This past year has been perhaps the hardest of my life. It brought devastating heartbreak and loss–the kind that takes your breath away with such force that you wonder if you’ll ever breathe again. It’s bad enough when war comes at you through your enemy or through what often appears to be random circumstances. But when the blows are dealt by those you love, those with whom you are intimate, they result in a different kind of pain. It is the kind of grief I wouldn’t wish on my worst enemy.
The result of the devastation has been that many of the things which served as moorings for my life have been torn away, and I find myself a bit adrift. Everything in my life is in flux from finances to relationships to employment. I never dreamed that I would have to start my life over at this stage of the game, but this is the reality which faces me.
I have been aware in the midst of my own pain that others were going through difficult circumstances as well. But I had no idea how widespread the trouble was. Not, at least, until I attended a recent gathering hosted by a local ministry called Women Refreshed. There were perhaps 30 women in attendance–a mixture of close friends, friendly acquaintances and total strangers.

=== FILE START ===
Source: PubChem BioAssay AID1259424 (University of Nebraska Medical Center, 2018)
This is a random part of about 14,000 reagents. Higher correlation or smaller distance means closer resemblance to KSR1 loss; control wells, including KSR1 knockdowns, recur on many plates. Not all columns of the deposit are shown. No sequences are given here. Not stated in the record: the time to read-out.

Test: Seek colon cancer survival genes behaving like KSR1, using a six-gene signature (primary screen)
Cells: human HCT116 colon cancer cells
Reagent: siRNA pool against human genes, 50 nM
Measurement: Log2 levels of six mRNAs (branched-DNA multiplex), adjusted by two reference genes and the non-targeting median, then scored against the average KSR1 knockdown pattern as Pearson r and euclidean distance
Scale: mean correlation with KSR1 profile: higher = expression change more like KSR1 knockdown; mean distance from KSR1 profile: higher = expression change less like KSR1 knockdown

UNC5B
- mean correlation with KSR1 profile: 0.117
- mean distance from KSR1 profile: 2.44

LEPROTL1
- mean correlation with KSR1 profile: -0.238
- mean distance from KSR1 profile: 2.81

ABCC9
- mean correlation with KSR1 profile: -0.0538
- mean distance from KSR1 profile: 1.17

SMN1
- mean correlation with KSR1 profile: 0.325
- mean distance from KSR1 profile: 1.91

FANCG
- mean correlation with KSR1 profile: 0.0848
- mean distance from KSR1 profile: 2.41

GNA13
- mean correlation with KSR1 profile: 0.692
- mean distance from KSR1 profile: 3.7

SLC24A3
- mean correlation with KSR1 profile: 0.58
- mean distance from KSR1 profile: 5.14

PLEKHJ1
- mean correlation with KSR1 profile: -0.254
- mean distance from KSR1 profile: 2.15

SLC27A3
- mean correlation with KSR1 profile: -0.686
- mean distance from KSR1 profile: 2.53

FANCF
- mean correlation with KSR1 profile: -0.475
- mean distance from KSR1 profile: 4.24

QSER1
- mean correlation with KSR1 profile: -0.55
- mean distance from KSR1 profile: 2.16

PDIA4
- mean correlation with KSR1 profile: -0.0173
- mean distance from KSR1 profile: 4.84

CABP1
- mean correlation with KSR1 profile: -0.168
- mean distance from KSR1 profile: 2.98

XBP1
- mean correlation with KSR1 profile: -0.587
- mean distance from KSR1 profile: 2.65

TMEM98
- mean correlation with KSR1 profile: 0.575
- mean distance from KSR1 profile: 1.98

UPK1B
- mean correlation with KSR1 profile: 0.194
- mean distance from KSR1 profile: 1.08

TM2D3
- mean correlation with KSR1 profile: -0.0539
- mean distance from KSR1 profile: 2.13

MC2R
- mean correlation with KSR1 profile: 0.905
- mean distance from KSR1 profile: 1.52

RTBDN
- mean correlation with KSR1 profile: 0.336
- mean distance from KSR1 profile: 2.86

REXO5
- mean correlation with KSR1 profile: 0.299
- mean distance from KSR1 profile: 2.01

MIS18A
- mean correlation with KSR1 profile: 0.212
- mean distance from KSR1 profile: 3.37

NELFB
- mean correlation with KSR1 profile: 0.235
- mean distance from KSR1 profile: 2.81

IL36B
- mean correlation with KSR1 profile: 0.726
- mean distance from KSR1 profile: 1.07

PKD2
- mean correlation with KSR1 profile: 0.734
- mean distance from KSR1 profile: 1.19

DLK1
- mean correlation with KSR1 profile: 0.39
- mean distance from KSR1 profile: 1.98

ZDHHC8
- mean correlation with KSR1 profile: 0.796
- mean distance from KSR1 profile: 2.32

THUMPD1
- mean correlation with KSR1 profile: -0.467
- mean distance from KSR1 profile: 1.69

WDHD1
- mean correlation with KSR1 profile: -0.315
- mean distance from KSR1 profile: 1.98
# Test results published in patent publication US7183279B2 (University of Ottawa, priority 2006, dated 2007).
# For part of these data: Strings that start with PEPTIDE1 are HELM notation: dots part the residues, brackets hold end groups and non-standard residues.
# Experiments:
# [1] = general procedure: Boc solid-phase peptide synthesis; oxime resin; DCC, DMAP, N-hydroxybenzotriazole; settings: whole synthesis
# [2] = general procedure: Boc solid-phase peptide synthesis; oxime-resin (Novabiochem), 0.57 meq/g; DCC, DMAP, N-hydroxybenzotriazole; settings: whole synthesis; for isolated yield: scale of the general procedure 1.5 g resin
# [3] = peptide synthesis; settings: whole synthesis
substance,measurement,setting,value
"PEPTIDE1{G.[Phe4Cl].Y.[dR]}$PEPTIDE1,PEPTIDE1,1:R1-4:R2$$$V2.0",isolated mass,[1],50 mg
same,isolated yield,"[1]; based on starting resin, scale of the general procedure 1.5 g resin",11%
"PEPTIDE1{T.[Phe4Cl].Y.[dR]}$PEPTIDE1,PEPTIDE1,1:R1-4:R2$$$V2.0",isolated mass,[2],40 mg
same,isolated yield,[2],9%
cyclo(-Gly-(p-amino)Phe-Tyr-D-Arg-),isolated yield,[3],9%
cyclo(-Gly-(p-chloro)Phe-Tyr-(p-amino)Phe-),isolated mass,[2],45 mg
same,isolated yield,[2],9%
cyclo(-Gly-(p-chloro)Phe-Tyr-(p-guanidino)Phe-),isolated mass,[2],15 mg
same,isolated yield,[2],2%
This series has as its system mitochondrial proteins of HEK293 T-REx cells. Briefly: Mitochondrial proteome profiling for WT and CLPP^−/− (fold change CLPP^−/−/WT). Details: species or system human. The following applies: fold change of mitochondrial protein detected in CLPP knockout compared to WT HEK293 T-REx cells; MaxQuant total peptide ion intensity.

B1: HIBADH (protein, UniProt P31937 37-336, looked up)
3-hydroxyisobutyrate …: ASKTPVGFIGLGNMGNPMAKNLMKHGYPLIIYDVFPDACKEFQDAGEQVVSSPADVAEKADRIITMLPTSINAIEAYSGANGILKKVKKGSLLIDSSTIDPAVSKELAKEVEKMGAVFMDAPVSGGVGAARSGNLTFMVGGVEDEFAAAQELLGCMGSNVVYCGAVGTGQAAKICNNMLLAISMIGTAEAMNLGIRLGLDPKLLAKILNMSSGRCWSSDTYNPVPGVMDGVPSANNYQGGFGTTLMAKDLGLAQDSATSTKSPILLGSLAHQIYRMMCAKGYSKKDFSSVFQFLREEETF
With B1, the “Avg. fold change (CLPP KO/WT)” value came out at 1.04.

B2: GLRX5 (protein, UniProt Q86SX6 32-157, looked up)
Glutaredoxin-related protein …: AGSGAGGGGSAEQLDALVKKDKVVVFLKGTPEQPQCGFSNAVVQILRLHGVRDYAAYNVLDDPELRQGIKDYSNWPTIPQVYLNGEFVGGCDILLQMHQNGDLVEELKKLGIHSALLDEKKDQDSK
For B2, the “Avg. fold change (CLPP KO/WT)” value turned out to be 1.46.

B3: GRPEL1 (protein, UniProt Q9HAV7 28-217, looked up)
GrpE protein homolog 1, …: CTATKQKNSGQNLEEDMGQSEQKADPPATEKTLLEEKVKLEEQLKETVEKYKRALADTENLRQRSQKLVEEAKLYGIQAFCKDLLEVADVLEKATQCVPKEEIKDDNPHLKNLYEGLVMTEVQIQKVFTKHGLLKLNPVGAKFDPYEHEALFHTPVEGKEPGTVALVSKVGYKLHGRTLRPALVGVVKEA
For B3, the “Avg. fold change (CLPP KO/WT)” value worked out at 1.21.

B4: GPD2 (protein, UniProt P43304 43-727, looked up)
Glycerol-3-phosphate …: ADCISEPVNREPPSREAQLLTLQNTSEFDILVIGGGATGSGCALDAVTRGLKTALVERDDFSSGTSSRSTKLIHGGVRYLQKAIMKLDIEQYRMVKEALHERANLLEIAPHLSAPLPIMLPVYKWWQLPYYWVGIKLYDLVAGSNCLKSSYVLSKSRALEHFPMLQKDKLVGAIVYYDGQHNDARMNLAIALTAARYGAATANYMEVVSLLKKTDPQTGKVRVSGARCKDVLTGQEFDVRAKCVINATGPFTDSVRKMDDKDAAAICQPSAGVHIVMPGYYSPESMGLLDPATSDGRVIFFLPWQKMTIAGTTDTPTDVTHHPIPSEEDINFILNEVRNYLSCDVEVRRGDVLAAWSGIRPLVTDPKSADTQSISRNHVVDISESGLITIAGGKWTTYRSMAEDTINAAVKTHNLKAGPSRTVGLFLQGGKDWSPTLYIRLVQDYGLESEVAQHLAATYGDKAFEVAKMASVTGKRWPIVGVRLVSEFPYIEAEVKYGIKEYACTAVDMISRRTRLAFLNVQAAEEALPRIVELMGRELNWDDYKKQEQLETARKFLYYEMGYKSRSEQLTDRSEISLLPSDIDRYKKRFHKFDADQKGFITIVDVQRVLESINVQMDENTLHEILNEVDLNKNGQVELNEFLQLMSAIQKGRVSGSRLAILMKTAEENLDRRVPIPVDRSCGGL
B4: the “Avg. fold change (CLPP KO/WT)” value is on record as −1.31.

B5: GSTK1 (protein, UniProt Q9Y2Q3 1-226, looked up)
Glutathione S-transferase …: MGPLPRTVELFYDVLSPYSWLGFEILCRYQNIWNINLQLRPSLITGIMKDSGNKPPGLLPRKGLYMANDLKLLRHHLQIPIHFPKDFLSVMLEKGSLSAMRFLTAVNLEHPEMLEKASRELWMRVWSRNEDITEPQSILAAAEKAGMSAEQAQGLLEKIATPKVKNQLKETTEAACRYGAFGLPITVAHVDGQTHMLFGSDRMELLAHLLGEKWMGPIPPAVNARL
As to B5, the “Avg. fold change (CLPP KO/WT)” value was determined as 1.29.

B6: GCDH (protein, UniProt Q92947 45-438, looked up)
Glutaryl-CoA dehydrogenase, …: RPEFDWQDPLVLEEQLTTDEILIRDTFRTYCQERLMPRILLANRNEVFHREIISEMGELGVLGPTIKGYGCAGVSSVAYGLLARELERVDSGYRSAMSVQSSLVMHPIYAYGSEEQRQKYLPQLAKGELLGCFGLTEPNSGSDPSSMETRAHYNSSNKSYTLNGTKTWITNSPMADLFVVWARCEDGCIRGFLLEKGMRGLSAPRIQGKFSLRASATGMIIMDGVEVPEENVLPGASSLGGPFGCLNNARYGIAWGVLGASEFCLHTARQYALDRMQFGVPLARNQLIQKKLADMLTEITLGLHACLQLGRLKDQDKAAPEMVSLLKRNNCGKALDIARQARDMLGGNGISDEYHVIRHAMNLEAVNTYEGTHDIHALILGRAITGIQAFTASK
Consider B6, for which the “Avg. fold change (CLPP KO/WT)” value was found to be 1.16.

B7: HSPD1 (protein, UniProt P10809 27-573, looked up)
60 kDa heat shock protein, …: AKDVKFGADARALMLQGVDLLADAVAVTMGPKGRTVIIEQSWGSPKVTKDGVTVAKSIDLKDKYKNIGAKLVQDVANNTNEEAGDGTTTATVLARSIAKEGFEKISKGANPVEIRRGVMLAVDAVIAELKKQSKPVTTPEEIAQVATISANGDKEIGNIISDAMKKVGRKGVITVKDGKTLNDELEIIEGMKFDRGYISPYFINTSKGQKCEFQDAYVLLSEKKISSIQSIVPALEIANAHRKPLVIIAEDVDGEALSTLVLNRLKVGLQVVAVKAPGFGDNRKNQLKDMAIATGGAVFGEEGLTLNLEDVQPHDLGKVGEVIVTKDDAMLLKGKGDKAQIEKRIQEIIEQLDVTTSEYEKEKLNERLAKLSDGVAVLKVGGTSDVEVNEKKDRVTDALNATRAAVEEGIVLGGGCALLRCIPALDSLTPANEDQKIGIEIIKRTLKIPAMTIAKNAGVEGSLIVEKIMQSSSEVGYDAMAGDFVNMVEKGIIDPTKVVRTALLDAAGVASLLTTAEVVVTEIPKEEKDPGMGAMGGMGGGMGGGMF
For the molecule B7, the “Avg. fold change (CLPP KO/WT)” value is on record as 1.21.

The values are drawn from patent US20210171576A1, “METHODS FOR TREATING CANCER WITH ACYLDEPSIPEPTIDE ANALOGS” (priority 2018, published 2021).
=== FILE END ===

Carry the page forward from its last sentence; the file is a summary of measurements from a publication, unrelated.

Driving home a few hours later, I was left with two primary impressions from the night. The first was that I felt absolutely stunned by the stories I had heard. Every single person I talked to or heard speak had told a story of profound stress, loss or threat. Some were on the verge of losing their homes–victims of an economy in trouble and the bust in the real estate market. A few of the women had lost jobs or had spouses lose jobs while others lived with the ever-present threat of layoffs.
Some were struggling with profound marital distress ranging from recent divorce to relationships on the rocks to the pain of living in lifeless marriages devoid of intimacy or love. Then there were those who had family members serving in harm’s way in the military. And of course, there was the usual assortment of women who were caring for elderly parents or raising challenging kids. Trouble was everywhere for everyone.